So how in the hell did they tie the game with the deck so seemingly stacked against them? And perhaps more importantly, how in the hell did the Penguins allow it to happen?
Here is the entire sequence again, just for reference.
Coach Dan Bylsma called it a "possession power play" for the Penguins, which I'm guessing means they simply wanted to hold on to the puck and run out the clock. Basically the NHL's answer to a quarterback taking a knee in the victory formation.
And that's exactly the right idea given the circumstances. But nothing about the approach or execution seemed to be done with the intention of gaining possession, something the Penguins never actually did.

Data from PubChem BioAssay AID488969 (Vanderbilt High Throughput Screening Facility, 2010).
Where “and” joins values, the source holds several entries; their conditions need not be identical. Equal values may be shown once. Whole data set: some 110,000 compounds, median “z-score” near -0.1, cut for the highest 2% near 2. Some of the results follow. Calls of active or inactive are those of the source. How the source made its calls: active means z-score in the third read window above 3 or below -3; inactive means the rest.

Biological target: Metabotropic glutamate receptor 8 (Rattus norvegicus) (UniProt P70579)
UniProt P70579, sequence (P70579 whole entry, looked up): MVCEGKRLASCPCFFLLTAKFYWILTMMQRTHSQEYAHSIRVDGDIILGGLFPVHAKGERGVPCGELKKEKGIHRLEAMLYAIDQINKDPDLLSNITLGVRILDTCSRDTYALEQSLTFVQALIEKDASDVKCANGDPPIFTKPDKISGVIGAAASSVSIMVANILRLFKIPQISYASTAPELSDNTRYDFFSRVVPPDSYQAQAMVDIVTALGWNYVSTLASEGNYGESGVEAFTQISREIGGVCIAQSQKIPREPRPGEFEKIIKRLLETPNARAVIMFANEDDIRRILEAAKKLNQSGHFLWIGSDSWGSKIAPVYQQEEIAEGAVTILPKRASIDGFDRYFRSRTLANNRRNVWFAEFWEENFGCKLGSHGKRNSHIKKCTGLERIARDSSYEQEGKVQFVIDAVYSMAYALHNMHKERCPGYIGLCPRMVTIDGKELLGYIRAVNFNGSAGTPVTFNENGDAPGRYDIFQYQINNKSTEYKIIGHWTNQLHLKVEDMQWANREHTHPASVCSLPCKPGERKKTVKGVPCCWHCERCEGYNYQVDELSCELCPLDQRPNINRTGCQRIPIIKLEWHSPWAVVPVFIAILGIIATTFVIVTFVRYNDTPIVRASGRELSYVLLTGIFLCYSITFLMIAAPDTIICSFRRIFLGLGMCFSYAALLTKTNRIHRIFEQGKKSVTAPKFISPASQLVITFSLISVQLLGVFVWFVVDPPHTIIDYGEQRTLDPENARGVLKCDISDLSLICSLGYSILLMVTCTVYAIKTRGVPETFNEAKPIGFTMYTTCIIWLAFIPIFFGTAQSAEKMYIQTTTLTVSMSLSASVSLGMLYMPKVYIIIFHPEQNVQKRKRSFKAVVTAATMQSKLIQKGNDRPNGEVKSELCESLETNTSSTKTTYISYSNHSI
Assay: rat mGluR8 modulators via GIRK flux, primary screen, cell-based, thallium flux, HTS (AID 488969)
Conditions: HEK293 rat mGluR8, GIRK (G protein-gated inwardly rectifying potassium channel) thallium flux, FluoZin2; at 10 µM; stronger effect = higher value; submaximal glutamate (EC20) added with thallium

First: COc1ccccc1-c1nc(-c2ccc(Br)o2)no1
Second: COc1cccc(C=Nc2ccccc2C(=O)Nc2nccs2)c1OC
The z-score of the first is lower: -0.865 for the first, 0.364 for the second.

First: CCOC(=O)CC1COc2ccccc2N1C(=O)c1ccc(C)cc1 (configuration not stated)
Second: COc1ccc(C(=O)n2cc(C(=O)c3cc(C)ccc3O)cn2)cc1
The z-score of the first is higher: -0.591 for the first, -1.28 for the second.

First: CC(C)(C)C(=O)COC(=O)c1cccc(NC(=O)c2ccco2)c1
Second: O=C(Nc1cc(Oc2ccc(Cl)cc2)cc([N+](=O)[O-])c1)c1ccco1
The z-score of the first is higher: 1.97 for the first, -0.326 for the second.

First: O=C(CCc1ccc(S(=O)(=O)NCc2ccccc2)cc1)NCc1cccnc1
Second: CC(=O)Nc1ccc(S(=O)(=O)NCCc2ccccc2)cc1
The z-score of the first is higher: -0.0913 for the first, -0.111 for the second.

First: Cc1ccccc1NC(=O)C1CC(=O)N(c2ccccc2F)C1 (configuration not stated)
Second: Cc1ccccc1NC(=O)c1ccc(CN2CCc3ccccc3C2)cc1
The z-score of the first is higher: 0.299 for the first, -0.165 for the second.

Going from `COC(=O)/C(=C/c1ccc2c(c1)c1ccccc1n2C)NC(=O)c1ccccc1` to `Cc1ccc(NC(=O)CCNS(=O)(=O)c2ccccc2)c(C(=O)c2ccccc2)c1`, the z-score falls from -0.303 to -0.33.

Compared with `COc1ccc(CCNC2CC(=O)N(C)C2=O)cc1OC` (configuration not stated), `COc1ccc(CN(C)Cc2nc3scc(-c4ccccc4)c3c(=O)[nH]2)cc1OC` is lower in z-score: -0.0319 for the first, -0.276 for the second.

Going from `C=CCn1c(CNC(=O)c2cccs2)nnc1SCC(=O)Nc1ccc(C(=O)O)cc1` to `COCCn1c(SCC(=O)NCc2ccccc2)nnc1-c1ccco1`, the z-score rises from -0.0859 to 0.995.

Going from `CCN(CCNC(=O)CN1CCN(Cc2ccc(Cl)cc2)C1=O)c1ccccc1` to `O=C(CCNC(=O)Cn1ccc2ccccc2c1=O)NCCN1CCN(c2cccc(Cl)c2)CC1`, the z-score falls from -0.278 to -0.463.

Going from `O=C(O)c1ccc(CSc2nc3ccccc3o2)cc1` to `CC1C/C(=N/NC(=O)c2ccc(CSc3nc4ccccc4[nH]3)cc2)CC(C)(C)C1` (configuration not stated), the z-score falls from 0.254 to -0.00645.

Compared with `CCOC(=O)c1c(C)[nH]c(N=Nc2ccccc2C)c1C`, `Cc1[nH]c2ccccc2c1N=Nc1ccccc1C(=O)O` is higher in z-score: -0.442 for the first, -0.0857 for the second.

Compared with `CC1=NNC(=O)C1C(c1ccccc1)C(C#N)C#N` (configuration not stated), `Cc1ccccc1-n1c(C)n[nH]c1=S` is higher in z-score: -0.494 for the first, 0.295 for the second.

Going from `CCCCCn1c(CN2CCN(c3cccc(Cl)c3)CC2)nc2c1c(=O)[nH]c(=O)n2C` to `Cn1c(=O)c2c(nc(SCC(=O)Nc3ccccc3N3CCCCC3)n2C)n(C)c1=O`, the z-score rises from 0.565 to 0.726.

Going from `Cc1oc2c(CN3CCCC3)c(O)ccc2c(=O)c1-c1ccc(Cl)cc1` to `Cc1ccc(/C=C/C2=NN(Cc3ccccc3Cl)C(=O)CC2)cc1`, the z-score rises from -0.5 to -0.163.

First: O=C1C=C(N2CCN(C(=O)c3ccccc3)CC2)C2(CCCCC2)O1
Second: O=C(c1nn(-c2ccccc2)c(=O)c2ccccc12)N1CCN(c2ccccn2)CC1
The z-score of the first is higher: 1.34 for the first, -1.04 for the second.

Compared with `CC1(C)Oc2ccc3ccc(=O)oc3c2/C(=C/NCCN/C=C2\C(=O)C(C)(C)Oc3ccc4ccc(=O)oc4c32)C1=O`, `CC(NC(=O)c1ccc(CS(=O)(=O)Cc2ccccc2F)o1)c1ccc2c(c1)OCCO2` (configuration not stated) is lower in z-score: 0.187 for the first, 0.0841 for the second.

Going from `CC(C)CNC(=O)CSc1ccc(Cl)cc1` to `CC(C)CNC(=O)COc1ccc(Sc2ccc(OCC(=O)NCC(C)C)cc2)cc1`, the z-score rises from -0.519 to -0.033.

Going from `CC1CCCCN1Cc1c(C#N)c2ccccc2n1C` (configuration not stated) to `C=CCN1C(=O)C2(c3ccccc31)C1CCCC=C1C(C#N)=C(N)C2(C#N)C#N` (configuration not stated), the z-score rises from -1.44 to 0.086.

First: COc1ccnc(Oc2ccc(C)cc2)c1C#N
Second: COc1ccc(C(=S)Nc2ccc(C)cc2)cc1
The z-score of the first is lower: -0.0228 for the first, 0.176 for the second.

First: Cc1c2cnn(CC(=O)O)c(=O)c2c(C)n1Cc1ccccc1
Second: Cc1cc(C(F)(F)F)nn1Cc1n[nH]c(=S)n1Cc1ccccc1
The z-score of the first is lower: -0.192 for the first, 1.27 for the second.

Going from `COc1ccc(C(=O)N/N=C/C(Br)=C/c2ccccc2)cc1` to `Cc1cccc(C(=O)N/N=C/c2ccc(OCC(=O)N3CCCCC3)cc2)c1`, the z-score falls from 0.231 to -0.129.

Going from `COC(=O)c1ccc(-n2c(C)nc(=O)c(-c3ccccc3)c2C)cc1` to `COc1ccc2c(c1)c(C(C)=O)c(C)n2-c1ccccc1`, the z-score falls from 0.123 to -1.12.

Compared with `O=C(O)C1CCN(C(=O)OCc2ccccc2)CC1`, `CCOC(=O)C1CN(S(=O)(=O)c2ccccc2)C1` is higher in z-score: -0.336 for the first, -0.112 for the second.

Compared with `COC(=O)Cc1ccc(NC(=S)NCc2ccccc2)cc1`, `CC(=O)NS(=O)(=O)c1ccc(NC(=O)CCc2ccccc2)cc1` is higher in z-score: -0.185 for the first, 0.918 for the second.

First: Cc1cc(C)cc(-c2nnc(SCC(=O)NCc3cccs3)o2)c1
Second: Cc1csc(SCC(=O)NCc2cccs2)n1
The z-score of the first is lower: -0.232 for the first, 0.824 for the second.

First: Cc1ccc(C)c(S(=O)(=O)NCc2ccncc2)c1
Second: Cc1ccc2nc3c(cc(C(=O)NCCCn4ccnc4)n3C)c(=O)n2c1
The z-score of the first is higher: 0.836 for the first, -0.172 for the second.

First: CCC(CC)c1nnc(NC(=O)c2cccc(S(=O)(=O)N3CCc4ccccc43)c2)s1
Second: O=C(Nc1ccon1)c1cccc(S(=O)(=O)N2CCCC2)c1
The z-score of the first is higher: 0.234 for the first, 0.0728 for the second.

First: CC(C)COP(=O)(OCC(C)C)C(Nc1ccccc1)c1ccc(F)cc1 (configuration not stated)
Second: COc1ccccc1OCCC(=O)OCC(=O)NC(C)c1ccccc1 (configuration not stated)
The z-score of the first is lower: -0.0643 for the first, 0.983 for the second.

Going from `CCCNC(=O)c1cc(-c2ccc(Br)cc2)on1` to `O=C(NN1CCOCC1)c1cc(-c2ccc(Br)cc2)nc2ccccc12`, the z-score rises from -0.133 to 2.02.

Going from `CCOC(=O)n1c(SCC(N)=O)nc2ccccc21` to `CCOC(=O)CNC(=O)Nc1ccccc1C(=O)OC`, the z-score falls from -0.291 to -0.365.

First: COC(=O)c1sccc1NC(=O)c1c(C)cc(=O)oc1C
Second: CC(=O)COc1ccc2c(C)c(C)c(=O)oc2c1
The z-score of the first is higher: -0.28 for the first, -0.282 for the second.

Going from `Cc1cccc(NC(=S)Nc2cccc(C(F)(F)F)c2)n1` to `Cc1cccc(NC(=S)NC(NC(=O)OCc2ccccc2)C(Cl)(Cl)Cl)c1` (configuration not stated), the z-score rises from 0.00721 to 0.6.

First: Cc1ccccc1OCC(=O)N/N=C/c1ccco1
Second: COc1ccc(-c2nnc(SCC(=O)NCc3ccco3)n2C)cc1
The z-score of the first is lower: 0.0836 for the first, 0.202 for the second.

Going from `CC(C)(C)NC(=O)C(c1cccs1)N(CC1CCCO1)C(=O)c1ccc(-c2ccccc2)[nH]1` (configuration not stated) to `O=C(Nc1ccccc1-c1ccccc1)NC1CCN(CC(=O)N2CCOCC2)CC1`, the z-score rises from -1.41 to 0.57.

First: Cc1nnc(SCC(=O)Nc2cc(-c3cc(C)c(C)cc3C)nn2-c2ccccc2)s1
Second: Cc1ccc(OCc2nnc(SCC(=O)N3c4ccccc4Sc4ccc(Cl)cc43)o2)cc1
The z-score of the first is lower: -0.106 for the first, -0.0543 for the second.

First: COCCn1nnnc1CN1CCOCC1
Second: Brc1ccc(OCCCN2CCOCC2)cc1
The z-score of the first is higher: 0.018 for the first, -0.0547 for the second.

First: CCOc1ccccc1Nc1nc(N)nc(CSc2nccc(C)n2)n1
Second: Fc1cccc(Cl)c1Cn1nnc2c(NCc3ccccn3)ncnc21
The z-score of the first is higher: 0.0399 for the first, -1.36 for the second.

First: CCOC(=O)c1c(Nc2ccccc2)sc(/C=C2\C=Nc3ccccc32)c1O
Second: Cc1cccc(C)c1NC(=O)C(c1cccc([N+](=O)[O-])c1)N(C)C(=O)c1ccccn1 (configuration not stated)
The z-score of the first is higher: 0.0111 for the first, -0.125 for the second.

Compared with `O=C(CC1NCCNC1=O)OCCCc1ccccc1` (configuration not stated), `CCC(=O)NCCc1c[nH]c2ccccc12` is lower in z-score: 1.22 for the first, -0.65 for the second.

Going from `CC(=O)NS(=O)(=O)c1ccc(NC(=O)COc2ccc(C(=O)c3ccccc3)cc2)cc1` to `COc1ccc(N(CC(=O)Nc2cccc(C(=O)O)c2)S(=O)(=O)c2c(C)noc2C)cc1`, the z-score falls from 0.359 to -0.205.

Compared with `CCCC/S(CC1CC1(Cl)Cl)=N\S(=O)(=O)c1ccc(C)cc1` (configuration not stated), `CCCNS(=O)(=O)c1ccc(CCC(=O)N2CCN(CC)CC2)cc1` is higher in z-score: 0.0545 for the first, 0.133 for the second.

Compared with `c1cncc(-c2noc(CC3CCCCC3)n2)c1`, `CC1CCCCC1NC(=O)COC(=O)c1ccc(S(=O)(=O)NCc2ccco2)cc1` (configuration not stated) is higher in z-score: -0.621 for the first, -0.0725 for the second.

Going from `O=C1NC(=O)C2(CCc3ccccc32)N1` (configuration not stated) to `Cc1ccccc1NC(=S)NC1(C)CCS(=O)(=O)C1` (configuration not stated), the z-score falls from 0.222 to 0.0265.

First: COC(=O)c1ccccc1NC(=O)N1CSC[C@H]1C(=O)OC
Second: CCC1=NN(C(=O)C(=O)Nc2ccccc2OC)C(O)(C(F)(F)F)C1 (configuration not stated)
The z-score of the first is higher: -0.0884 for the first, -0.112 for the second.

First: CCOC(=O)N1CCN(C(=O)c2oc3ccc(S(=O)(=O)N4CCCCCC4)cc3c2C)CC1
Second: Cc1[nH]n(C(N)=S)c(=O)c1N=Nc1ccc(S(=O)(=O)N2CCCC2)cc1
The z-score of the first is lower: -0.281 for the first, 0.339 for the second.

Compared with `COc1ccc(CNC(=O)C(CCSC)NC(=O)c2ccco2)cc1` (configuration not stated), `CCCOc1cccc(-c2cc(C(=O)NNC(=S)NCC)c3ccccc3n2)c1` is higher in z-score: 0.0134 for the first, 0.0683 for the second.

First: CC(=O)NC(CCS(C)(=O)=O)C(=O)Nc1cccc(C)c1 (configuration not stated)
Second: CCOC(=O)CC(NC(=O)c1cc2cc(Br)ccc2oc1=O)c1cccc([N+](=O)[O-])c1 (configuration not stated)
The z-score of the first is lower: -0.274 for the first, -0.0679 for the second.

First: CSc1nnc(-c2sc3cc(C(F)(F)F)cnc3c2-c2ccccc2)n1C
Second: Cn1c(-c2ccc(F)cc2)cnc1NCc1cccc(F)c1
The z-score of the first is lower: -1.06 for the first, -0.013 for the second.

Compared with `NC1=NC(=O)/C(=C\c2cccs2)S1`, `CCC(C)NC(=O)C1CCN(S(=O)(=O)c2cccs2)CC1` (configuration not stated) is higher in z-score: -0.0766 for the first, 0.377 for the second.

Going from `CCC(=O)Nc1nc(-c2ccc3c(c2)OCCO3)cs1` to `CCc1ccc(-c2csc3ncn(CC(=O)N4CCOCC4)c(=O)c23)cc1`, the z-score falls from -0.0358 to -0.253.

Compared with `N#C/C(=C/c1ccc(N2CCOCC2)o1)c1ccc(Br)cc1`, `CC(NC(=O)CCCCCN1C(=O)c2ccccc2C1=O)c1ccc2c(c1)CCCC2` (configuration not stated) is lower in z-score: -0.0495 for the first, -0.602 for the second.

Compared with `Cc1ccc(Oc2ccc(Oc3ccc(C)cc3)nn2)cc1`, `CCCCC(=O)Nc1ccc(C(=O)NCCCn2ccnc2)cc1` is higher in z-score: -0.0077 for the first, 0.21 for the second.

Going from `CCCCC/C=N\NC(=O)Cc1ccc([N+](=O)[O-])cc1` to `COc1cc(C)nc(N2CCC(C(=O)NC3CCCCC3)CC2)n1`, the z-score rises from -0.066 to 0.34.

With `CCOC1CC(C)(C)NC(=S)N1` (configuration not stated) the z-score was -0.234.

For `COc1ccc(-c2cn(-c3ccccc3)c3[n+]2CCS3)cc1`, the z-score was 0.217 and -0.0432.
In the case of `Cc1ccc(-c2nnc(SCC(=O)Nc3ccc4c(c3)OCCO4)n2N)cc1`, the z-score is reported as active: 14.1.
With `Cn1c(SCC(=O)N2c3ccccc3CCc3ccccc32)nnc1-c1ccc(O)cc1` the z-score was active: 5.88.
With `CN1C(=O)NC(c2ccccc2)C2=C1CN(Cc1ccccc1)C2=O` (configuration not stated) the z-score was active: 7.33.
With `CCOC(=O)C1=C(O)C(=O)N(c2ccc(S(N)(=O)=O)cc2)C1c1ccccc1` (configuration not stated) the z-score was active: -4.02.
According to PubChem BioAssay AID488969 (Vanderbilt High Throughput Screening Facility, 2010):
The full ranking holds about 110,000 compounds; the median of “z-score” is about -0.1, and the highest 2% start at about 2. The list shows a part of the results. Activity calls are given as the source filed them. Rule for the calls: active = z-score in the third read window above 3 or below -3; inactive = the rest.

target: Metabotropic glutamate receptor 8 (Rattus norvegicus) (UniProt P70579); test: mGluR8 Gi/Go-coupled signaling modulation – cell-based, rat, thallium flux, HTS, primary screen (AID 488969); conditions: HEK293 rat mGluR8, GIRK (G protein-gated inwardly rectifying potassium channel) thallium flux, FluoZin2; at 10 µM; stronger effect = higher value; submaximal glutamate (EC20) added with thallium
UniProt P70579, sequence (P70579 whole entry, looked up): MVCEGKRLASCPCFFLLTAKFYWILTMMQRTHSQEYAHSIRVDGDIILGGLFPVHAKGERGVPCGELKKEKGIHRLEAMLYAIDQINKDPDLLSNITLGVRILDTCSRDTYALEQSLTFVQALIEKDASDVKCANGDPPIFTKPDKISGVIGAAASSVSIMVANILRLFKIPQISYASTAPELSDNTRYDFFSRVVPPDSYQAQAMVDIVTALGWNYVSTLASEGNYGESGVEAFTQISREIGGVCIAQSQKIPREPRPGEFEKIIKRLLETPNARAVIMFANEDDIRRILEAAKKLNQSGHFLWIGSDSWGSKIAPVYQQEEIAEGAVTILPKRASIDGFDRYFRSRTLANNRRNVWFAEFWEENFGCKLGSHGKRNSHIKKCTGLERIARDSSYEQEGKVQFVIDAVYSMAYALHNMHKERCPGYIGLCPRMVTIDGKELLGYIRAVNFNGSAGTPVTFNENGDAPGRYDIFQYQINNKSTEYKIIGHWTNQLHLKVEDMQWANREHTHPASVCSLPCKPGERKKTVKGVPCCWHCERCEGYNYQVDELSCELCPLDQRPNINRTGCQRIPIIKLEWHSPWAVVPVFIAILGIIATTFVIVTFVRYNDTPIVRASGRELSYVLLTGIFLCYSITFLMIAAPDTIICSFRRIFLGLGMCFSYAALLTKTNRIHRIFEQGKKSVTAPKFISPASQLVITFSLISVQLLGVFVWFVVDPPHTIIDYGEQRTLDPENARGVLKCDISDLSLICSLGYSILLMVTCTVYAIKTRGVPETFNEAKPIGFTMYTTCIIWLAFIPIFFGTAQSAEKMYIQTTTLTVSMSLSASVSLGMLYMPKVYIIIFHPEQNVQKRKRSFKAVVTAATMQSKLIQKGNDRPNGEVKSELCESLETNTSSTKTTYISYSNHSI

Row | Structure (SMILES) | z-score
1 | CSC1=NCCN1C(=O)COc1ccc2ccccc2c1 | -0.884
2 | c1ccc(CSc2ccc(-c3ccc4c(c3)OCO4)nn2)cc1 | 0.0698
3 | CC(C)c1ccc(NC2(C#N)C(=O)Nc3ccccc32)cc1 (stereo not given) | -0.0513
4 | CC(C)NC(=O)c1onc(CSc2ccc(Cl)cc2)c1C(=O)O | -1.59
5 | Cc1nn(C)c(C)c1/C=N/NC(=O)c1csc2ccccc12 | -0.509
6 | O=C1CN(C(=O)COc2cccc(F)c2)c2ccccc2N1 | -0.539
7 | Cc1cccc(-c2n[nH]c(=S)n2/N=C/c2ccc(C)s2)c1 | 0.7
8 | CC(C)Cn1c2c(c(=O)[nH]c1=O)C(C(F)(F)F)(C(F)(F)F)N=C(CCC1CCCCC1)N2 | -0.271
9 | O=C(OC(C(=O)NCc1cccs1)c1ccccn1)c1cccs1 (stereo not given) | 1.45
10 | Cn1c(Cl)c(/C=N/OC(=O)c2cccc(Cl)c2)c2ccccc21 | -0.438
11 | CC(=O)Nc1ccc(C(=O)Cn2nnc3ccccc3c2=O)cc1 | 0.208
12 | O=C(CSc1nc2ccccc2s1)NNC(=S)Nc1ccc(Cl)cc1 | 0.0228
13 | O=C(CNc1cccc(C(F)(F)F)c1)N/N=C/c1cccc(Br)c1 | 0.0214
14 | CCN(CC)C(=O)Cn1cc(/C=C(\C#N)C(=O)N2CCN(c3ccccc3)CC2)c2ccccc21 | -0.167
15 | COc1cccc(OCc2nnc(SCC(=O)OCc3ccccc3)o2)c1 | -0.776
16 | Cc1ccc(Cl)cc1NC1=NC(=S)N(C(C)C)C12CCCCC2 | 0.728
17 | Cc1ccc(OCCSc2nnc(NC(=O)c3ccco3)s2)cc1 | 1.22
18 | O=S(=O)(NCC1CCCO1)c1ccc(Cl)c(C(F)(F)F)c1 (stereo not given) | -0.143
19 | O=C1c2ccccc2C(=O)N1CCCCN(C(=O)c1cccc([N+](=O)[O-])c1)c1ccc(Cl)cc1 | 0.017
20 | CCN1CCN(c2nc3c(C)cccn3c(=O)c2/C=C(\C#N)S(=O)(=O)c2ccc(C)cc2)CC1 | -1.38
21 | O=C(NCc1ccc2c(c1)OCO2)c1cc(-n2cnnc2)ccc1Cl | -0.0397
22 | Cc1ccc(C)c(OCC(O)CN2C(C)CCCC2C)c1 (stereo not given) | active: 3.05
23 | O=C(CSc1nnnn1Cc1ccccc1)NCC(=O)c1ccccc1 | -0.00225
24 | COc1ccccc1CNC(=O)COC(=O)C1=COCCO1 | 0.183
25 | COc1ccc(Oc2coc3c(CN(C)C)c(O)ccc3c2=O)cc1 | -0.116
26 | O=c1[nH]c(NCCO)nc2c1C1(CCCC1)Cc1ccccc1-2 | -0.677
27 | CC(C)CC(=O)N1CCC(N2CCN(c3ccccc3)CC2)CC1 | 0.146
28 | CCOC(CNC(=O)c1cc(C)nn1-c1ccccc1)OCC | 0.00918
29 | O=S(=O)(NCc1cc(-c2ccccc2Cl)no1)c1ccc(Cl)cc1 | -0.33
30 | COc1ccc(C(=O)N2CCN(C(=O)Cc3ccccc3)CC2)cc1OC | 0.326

One minute of the power play passed before Alfredsson scored to tie the game. During that minute, the Penguins played exactly zero seconds in the offensive zone with the puck on their sticks. They actually held possession of the puck (in any zone) for only 25 seconds, with most of that time coming in their own zone when Kris Letang was standing behind his own net trying to run out the clock (and that was a good play).
By comparison, the Senators had the puck in their possession for 27 seconds, including five seconds in the offensive zone (most of that offensive zone time came on the rush that Alfredsson scored on).
Things started to go wrong for the Penguins right off the initial faceoff when Sidney Crosby lost the draw to Kyle Turris. The Senators were able to clear the zone and force the Penguins back into their own end to retrieve the puck.
And that's where things started to get weird. Or perhaps more accurately, that's where the Penguins started to lose the game.